Assistant Principal Goodwin shared a deep and personal relationship with Sedlacek and still struggles to cope with her death. Goodwin keeps Sedlacek’s school ID with her at her desk so she can always see Sedlacek’s smiling face and reminded of their friendship.
“I am still dealing with that, [being] that we were friends before I became her boss. We still had a special relationship to the point where when she fell in the front lobby a year ago, she would not go to the hospital unless I went with her. I stayed with her through the day even though her family was there, she did not want me to leave. She confided to me throughout her whole illness,” Goodwin said.
Sedlacek’s passing affected everyone at NC as nobody expected her to die so soon. She battled cancer for nine years and went through chemotherapy treatments to try and beat the cancer. Faculty and students describe Sedlacek as always wearing a smile on her face even when things did not favor her.
“She was such a positive spirit. I try to look at things more through the way Gabi would have looked at it because she loved teaching, loved the kids, and she loved everything she did here at NC. Gabi always provided positive attitudes, even during hard times. She would always look at the brighter side of everything. Even when her son passed away, she still would try to find the goodness in everything,” Goodwin said.
Fatima Asad, described as a positive light in her friend’s life, passed away because of osteosarcoma at the beginning of the 2018-2019 school year.
“She was very goofy and she loved joking around a lot. She was the person that anyone can be around since she wasn’t mean or anything. She always made sure everyone was in a good mood regardless of what she was going through,” junior Marwa Abusaid said.
After her sudden passing, NC paid respects to Asad and changed the theme of the next NC football game to a “Pinkout” in tribute to her. A week later, Asad’s family and Marwa Abusaid put together a memorial for Asad where the NC community came together to speak about Asad and how she impacted those around her.
Back in 2017, Asad fell at Mountasia and something began hurting her. She went to the doctor multiple times and then they figured out a tumor began growing, but the doctors did not know if the cancer activated. Asad went to the hospital and participated in an MRI scan and found out she had bone cancer, osteosarcoma, on October 19. She dealt with it for almost a year until she passed away.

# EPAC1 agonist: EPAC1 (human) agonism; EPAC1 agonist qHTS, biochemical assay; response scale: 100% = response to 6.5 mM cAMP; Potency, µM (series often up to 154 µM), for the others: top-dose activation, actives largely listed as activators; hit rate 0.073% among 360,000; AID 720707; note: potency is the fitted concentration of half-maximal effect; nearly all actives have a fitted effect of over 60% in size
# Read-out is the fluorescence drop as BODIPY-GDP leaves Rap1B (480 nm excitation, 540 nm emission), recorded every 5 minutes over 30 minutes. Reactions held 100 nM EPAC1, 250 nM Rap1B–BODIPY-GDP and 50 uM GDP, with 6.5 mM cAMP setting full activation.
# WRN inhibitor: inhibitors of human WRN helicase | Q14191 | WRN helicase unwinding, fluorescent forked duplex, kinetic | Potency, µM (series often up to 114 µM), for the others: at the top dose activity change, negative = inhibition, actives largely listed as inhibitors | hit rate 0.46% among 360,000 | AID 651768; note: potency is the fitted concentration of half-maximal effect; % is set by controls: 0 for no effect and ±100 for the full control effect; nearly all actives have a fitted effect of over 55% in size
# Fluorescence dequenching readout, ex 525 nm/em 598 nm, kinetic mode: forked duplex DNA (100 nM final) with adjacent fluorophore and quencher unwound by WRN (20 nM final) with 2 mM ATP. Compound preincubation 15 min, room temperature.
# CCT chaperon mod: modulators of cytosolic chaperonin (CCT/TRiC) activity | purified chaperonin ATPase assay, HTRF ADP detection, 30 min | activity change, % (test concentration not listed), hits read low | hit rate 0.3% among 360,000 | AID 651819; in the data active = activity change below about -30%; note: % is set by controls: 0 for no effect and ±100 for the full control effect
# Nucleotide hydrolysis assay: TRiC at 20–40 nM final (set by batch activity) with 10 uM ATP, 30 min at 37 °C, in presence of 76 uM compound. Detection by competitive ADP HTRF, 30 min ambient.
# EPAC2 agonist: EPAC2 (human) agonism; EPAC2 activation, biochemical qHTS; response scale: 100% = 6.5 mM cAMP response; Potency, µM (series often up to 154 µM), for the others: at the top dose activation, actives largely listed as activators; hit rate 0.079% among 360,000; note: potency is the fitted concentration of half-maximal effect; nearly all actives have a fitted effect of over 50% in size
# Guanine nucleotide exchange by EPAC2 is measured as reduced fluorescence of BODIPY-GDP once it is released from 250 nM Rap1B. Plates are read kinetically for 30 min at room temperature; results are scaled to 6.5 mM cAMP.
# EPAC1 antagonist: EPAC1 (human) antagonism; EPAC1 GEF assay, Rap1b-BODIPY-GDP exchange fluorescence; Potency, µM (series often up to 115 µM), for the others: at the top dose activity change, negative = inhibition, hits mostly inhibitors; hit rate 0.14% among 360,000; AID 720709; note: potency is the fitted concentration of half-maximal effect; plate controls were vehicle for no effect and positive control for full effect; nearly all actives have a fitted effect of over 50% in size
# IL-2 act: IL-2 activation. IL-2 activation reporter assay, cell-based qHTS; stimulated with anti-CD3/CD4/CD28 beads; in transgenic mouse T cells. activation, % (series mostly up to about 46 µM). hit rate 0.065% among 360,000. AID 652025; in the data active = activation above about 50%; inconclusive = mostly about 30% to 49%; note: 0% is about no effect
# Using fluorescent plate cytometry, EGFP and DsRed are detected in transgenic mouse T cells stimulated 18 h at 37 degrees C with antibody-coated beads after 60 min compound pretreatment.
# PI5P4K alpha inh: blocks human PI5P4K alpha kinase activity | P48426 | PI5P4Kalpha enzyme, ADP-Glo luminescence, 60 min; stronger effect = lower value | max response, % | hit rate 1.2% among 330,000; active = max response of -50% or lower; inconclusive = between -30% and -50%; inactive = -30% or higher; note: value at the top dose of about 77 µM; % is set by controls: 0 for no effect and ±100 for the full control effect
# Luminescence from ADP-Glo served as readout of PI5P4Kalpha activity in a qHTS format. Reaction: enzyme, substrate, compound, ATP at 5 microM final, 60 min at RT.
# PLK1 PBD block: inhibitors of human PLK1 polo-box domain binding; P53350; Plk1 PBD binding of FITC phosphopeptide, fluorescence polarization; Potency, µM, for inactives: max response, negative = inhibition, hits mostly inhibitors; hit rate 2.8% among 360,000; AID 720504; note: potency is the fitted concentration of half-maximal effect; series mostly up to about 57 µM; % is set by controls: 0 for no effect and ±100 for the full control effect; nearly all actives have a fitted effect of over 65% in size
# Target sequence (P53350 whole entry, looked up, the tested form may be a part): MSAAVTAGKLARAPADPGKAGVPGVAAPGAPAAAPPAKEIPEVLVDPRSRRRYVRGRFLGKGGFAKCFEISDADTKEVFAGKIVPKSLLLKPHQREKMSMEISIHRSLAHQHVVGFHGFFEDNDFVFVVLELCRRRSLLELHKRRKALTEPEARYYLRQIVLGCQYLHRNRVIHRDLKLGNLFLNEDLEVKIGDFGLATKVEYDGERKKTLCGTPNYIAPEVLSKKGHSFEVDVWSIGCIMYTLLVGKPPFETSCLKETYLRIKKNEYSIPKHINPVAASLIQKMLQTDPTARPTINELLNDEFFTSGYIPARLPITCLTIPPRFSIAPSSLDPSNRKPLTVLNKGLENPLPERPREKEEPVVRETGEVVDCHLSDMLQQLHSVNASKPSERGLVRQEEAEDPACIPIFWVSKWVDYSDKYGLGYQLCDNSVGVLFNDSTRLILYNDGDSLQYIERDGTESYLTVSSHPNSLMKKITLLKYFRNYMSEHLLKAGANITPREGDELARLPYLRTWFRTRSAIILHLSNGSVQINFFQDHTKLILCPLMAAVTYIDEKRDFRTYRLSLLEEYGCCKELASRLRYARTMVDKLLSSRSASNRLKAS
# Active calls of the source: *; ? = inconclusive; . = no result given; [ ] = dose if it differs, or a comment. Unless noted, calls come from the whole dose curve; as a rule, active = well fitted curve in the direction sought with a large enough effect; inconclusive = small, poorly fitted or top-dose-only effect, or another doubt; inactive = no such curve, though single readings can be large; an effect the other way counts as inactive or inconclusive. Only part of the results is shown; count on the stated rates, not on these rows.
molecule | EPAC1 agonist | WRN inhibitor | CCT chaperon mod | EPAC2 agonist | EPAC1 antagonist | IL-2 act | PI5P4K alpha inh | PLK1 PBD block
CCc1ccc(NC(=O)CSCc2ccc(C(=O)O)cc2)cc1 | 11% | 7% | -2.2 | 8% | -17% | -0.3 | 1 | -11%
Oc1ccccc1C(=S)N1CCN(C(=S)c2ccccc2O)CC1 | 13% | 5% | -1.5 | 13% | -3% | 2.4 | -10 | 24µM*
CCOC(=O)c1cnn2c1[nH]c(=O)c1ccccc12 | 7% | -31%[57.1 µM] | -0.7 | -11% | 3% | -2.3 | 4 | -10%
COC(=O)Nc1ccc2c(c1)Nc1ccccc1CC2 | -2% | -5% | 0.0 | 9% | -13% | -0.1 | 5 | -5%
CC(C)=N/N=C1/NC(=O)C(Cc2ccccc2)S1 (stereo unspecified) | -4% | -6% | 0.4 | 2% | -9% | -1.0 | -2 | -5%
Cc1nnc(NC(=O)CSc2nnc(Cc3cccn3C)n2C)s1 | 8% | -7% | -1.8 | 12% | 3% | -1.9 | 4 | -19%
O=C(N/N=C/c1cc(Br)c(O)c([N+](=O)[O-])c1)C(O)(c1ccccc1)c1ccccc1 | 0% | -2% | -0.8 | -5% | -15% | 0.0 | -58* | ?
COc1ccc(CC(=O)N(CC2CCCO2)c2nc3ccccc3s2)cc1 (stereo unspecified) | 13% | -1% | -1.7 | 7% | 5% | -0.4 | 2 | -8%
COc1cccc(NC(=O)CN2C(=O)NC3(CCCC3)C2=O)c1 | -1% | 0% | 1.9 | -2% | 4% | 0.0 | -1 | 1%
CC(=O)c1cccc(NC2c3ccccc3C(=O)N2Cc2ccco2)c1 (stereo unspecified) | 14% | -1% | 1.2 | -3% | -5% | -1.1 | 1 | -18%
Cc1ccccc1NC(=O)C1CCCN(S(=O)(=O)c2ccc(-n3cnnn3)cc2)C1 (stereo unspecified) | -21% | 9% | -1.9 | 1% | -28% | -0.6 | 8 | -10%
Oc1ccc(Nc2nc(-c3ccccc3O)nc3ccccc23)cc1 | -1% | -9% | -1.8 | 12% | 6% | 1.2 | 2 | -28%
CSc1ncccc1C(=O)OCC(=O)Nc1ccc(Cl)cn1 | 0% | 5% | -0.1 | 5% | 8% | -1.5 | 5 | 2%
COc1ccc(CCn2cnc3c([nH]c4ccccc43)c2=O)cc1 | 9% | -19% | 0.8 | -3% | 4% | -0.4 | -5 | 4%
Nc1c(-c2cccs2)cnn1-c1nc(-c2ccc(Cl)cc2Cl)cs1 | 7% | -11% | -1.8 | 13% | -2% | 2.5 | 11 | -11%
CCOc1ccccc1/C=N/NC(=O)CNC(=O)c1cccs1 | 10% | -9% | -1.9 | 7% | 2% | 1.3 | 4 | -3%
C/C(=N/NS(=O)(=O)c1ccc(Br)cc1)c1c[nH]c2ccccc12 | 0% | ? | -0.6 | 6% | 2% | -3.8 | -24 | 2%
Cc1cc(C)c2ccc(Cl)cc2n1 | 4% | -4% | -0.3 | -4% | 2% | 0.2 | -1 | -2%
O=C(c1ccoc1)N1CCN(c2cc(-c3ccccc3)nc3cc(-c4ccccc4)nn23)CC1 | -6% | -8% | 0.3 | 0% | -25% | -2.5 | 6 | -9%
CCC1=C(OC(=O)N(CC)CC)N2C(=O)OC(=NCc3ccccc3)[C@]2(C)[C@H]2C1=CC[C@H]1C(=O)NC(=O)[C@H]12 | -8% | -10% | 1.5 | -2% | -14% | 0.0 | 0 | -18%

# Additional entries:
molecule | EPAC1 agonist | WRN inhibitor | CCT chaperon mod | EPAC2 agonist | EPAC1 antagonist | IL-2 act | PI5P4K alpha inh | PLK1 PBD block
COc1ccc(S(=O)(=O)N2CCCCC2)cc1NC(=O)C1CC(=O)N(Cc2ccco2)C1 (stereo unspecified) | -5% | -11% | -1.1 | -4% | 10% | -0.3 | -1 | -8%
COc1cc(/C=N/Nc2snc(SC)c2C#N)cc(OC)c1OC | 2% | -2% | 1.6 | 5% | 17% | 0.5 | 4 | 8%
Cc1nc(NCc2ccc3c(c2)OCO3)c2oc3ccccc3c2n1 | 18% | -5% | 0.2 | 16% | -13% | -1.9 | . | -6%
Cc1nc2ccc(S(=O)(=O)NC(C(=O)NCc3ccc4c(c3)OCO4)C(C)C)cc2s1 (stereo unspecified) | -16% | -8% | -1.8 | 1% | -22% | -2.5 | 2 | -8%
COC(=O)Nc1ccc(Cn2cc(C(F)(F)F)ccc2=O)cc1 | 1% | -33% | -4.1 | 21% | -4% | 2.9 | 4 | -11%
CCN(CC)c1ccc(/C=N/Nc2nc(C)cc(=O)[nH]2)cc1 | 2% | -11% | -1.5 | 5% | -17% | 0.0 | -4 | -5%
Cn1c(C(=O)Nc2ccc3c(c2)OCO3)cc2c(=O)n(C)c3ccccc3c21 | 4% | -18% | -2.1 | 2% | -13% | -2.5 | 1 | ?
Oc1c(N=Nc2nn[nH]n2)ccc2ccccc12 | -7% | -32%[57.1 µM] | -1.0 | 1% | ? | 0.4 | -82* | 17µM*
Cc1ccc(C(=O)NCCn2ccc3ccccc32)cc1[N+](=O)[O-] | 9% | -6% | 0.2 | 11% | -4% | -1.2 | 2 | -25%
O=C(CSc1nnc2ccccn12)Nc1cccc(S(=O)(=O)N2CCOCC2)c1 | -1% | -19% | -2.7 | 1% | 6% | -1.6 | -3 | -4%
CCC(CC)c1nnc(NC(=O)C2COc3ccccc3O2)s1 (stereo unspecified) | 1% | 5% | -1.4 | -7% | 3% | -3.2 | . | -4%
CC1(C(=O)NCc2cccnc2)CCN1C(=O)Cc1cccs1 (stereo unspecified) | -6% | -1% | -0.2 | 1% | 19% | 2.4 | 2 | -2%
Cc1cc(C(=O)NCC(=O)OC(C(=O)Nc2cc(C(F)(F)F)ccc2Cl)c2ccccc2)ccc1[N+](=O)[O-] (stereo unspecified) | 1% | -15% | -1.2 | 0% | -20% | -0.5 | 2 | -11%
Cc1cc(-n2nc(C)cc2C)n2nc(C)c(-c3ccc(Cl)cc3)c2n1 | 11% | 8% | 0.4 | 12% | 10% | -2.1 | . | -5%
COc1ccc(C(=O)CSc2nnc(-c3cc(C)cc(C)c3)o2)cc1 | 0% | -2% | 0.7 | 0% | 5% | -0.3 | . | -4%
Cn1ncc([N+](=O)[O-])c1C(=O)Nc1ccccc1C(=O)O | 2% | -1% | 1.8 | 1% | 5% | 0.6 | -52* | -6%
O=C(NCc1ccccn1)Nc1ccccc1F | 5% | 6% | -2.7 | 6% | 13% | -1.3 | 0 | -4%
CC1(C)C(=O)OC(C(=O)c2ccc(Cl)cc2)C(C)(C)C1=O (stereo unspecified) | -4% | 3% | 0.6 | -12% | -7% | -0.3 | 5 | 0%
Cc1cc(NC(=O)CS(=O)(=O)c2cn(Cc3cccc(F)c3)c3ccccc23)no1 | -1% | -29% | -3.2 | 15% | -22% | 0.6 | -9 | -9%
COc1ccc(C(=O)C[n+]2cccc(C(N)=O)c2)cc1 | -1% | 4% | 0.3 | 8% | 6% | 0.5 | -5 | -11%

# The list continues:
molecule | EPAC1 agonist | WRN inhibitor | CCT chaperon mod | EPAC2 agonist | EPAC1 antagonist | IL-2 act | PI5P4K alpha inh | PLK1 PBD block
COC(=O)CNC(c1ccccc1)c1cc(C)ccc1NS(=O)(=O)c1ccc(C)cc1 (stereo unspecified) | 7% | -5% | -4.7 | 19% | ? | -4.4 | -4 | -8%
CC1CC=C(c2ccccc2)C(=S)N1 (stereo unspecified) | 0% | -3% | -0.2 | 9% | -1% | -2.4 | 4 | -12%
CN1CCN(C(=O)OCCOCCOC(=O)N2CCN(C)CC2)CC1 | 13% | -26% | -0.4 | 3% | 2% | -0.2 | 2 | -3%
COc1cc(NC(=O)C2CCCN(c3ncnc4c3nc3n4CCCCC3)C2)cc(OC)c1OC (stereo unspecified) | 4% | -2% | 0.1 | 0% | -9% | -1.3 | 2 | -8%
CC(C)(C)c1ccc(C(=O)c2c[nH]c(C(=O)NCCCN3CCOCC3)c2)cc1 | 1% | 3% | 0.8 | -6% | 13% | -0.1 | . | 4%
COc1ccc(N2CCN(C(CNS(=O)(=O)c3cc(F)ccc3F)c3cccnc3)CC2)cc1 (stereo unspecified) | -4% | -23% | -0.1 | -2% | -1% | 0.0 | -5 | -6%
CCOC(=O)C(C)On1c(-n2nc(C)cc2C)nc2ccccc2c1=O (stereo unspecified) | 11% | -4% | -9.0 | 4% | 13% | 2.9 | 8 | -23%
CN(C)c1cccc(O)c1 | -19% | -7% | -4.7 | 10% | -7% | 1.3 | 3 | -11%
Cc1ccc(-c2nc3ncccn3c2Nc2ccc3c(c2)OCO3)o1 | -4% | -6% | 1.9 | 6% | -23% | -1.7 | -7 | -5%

Losing someone close to age makes people realize that anything can happen. Death can strike at any moment and take those who people would never expect. After the passing of Asad, it took a long time for people to recover as she lit up whatever room she walked into and made everyone happy. Imagine losing someone so close to oneself, close enough to call them ‘best friend.’ Marwa Abusaid went through this and lost her best friend and nobody deserves to lose their best friend, especially as teenagers.
“It affected me a lot, because my uncle is the only person in my life who has ever passed away, and you would never think you would lose your best friend this early in your life, so it was very hard and I went into a depression mode, but then I had people around me to get me out of that and my family was really there for me and I am still close with her family. She was in a lot of pain, but then you realize that she was better off,” Abusaid said.
Senior Rasheeda Hullum battled rhabdomyosarcoma, a cancer of the soft tissue, and survived. At the age of 9, Hullum’s doctors diagnosed her with rhabdomyosarcoma at the joint of her elbow. While in and out of school, she received chemotherapy for over a year and did radiation as well. First, the doctors started her off on a weaker round of chemotherapy and then 6-week radiation. That dosage did not fulfill the requirements so the doctors prescribed stronger chemotherapy and then added on two more weeks of radiation, which also did not work. After that, they did a biopsy and the doctors said if they do not amputate the right arm then it would end in death.